The Amended Korean Commercial Code (KCC), that comes into effect in April of 2012, will require listed Korean companies with less than KRW 2 trillion in assets to either:
- Appoint a Statutory Auditor; OR
- Form a “Mandatory Audit Committee
If a Mandatory Audit Committee is formed, a shareholder with more than 3% of the voting shares is prohibited from voting the shares in votes concerning the Mandatory Audit Committee.
Prior to this amendment, the “3% Rule,” Mandatory Audit Committee and statutory auditor were, previously, avoidable by listed companies in Korea with less than KRW 2 million in assets through the adoption of a General Audit Committee. The General Audit Committee allowed a shareholder with more than 3% of the voting shares of the company to vote for the appointment of members of the Committee.
Because of perceived transparency issues, the exception, available for smaller listed companies under the present KCC will be eliminated under the revised KCC. The revised KCC, in all, may be found useful for minority shareholders in listed companies controlled by a dominant majority.
I wrote other updates on the Korean Commercial Code which may be found below:
- Limited Liability Companies under The Amended Commercial Code of Korea
- Korean Commercial Code Revisions Make Capital Reductions in Korea Easier
- Classification of Directors in Korea under The Korean Commercial Code: Inside, Outside and Other Directors in Korea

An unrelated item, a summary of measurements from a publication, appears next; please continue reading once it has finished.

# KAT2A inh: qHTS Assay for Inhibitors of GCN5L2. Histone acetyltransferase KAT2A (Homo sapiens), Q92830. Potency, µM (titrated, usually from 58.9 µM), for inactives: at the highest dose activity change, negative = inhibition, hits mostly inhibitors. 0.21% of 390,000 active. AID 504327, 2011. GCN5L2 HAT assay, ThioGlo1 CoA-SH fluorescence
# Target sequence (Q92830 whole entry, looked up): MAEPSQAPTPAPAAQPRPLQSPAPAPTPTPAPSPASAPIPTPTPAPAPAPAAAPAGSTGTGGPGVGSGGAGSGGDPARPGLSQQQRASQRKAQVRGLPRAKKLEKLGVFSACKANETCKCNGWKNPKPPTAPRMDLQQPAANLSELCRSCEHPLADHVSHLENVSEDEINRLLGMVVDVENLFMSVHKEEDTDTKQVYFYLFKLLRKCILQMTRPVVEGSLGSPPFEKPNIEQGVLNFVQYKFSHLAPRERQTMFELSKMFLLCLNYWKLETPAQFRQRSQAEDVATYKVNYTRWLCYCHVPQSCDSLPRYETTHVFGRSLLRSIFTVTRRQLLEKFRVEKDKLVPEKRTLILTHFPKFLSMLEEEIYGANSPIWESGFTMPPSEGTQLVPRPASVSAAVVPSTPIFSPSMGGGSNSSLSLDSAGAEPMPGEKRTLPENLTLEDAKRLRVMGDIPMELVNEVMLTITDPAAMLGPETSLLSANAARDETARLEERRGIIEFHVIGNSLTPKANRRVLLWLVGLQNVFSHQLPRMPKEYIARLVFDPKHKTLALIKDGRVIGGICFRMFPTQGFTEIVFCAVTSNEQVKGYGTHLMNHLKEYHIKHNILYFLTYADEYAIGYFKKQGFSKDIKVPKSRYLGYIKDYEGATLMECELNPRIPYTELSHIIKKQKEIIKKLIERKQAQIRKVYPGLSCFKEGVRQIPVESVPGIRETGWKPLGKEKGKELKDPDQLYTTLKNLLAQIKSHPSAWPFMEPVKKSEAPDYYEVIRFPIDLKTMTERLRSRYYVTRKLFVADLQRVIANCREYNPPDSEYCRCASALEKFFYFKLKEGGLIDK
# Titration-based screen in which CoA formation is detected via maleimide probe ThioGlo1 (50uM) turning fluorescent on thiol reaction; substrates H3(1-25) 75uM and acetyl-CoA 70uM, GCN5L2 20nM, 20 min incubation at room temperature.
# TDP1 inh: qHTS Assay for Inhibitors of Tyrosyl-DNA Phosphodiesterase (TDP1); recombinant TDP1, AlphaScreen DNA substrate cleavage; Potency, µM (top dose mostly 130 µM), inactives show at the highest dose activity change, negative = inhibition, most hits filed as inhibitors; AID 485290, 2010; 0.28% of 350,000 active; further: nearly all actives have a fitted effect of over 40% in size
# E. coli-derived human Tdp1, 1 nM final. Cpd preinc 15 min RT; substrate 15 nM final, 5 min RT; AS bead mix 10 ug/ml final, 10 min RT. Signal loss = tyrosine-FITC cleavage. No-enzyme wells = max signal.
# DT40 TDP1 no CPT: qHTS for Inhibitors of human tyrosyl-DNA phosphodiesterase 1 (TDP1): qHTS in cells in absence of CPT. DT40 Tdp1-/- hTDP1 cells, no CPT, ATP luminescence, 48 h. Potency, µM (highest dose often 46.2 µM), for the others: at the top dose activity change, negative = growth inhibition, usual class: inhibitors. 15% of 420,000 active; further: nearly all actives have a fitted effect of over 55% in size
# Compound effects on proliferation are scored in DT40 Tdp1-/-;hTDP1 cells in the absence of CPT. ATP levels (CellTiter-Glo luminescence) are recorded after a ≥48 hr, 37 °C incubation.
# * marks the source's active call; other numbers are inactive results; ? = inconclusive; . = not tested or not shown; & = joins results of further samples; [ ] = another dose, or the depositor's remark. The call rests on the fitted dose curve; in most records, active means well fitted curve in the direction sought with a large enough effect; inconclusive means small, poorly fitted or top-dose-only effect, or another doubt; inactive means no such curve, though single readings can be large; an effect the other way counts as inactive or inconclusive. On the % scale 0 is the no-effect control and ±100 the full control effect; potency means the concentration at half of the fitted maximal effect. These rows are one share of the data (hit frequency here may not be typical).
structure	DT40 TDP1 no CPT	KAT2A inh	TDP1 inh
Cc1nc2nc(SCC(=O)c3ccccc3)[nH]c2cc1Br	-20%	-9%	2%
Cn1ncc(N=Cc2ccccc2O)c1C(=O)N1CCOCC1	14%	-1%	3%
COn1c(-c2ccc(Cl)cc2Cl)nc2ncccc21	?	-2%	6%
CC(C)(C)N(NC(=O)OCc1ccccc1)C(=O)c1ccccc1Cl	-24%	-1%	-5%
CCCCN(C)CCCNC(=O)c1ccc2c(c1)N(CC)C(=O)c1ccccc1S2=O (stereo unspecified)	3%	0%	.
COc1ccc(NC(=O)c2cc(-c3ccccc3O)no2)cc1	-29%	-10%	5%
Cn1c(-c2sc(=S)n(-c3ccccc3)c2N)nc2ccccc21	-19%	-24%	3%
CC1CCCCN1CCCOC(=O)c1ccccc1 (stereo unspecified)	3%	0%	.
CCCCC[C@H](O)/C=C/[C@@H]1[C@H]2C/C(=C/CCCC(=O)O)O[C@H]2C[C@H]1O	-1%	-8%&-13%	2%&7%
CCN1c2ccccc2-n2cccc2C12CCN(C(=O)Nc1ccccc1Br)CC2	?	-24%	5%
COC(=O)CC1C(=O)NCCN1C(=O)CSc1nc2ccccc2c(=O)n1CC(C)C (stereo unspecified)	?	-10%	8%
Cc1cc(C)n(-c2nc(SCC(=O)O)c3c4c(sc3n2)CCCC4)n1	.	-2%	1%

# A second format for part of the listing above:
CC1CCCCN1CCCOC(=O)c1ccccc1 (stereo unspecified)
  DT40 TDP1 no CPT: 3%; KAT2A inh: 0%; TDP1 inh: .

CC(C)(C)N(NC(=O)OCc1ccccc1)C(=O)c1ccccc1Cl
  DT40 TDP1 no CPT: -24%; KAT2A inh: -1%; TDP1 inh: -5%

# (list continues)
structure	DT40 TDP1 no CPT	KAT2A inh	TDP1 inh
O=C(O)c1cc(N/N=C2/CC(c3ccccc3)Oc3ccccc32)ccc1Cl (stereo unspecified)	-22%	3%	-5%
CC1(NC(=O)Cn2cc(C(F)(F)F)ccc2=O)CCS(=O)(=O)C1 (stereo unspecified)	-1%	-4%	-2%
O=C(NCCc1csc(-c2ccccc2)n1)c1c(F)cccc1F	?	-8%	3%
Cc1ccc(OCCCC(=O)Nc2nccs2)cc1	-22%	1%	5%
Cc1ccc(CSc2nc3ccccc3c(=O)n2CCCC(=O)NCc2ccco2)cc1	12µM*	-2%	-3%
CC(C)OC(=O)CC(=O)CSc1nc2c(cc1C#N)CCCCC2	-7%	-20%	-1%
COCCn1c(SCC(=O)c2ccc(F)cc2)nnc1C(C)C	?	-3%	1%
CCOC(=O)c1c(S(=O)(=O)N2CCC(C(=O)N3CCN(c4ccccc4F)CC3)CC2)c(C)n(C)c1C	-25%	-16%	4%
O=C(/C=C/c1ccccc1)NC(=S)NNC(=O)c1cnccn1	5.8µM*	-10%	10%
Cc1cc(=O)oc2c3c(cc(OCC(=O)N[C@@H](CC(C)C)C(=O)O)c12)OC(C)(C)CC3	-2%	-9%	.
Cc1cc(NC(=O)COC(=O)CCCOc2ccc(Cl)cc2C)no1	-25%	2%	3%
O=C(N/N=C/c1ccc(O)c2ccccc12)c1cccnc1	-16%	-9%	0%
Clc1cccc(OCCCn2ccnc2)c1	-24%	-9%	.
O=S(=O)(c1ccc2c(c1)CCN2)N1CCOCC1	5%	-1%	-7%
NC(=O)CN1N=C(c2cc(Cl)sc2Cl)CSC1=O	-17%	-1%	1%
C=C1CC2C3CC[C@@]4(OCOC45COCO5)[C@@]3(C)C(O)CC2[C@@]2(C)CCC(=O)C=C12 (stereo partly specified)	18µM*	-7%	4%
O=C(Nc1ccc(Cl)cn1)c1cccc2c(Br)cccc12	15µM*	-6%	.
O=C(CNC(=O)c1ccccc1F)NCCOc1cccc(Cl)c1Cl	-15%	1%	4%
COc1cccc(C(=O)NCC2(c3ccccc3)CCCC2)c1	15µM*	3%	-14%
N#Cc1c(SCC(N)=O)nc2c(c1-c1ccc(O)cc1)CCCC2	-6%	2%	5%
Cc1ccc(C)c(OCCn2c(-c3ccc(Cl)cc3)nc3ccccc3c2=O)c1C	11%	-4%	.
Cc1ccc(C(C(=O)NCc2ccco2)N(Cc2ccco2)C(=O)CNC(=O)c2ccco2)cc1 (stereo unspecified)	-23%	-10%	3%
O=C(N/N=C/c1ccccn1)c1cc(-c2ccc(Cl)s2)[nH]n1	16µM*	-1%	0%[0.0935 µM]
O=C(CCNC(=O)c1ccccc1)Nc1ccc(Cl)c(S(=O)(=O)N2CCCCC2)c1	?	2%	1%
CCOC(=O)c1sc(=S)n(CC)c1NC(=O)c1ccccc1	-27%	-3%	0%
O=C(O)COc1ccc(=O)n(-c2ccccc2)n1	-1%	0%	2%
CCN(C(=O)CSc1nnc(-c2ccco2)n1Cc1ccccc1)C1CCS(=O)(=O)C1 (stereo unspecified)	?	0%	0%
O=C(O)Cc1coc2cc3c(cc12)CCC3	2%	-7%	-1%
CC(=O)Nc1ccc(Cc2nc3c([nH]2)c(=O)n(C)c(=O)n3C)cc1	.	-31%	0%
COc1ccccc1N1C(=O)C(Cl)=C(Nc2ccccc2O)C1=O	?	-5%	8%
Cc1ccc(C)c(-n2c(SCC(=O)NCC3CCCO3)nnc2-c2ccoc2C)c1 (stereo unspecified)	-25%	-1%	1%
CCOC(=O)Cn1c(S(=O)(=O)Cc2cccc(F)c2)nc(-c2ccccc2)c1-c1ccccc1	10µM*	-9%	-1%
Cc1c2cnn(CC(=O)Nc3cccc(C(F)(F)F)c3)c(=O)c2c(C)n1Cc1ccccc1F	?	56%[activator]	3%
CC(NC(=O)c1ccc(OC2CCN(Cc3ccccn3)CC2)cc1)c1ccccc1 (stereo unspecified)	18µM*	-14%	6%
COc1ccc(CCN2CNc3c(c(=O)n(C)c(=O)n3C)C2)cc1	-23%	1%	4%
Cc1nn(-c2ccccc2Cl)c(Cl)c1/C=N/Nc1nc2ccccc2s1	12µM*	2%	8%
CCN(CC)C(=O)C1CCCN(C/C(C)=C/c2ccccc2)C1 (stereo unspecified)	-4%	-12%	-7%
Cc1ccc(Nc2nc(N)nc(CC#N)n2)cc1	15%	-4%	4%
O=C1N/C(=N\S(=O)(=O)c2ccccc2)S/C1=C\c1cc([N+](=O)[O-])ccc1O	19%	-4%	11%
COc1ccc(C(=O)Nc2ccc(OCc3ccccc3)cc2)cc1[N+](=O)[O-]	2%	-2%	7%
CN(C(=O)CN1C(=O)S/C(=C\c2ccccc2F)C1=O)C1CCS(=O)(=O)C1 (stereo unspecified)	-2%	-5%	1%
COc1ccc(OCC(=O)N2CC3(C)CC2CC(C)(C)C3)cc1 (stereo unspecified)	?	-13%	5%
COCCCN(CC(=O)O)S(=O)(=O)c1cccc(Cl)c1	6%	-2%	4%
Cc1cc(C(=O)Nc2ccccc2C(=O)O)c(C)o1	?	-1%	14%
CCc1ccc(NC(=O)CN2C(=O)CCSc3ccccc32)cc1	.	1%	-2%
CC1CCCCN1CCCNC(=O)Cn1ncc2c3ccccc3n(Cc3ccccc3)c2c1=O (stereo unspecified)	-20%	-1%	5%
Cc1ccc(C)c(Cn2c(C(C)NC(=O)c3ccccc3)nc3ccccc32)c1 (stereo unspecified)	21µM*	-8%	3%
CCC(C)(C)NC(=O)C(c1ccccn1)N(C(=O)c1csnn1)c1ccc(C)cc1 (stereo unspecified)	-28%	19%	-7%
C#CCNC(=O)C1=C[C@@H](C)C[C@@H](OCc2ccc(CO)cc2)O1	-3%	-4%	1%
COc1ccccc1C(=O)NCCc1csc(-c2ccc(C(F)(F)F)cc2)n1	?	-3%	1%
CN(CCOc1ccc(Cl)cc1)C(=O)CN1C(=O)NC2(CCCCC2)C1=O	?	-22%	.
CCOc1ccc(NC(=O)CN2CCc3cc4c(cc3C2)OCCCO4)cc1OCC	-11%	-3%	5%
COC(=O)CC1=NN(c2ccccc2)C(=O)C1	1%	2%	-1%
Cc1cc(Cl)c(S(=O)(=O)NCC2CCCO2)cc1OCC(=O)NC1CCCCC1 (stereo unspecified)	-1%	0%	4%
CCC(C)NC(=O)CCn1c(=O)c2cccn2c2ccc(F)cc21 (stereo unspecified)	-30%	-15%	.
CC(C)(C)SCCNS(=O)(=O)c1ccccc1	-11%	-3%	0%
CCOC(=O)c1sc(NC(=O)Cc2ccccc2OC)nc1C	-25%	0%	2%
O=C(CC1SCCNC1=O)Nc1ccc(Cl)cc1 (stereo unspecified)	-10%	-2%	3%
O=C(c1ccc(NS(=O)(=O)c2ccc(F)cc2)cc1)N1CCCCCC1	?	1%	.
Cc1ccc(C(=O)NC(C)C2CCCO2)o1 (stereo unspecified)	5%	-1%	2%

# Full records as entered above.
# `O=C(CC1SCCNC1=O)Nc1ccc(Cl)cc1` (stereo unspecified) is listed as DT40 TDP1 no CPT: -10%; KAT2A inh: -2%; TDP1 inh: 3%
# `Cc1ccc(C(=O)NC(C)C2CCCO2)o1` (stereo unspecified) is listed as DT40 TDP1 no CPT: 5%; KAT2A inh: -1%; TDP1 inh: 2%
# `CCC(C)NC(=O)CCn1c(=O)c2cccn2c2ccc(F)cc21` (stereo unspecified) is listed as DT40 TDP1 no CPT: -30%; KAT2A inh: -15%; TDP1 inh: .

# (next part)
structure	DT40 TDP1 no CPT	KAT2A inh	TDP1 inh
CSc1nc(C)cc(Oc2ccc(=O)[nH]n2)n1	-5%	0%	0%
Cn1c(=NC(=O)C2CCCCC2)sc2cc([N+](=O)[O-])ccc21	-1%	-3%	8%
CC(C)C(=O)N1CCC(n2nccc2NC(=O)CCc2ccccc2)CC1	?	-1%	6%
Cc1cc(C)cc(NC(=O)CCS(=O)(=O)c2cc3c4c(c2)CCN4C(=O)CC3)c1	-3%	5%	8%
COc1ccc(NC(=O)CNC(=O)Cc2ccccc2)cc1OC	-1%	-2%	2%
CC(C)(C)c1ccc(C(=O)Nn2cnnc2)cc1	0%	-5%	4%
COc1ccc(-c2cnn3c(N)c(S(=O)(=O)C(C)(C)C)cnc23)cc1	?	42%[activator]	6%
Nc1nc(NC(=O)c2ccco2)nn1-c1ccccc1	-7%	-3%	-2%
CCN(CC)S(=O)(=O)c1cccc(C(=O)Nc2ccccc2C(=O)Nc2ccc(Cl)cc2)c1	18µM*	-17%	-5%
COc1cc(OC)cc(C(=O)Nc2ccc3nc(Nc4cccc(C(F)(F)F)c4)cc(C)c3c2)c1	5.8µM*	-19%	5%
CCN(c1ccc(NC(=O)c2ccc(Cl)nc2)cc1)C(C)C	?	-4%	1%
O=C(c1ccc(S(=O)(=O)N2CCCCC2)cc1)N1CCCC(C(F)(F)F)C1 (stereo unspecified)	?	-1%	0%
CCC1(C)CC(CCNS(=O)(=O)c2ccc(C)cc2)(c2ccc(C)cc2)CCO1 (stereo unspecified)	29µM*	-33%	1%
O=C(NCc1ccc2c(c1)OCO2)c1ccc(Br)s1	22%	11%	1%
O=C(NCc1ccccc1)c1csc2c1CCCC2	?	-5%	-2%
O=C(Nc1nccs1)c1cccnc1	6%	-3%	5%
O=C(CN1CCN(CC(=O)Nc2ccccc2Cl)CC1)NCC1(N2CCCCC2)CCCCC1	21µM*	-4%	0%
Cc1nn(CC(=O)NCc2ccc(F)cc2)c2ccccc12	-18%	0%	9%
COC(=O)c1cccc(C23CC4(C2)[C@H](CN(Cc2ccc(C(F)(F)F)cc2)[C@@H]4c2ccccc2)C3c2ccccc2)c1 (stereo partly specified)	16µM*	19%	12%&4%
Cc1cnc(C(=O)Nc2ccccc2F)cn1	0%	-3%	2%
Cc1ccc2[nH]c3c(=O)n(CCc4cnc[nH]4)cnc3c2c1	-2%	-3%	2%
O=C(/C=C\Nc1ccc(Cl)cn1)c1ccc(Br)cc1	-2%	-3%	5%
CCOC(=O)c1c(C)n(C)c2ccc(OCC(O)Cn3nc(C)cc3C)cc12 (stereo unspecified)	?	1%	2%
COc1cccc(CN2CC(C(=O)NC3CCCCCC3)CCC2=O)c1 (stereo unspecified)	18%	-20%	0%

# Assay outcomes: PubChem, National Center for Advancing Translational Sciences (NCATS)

- Establishing a Company in Korea: New Corporate Forms Available under Revised Korean Code
- Squeezing-out Minority Shareholders under Korean Corporate Law
- Limiting Director Liability under Korean Law: Don’t drop the Insurance Policy Yet
- Involuntary Dissolution of a Company in Korea: Shareholder Disputes in Korean Companies
- Establishing a Company in Korea: New Korean Corporate Forms Available under Revised Korean Code
- Derivative/Shareholder Suits in Korea: Corporate Governance in Korea
- Rights of “Non-Registered” Shareholders in Korea
- Minority Squeeze-outs in Companies in Korea
- Korean Compliance Checklist for your Business in Korea
- Piercing the Corporate Veil in Korea: Suing Shareholders of a Corporation
- Tax Liability of Controlling Shareholders in a Korean Company: Tax Law Updates
- Starting a Company in Korea: Establishing a Foreign Capital-Invested Korean Company, Branch or Liaison Office
- Fiduciary Duties of Korean Directors/Representative & Controlling Shareholders of Korean Companies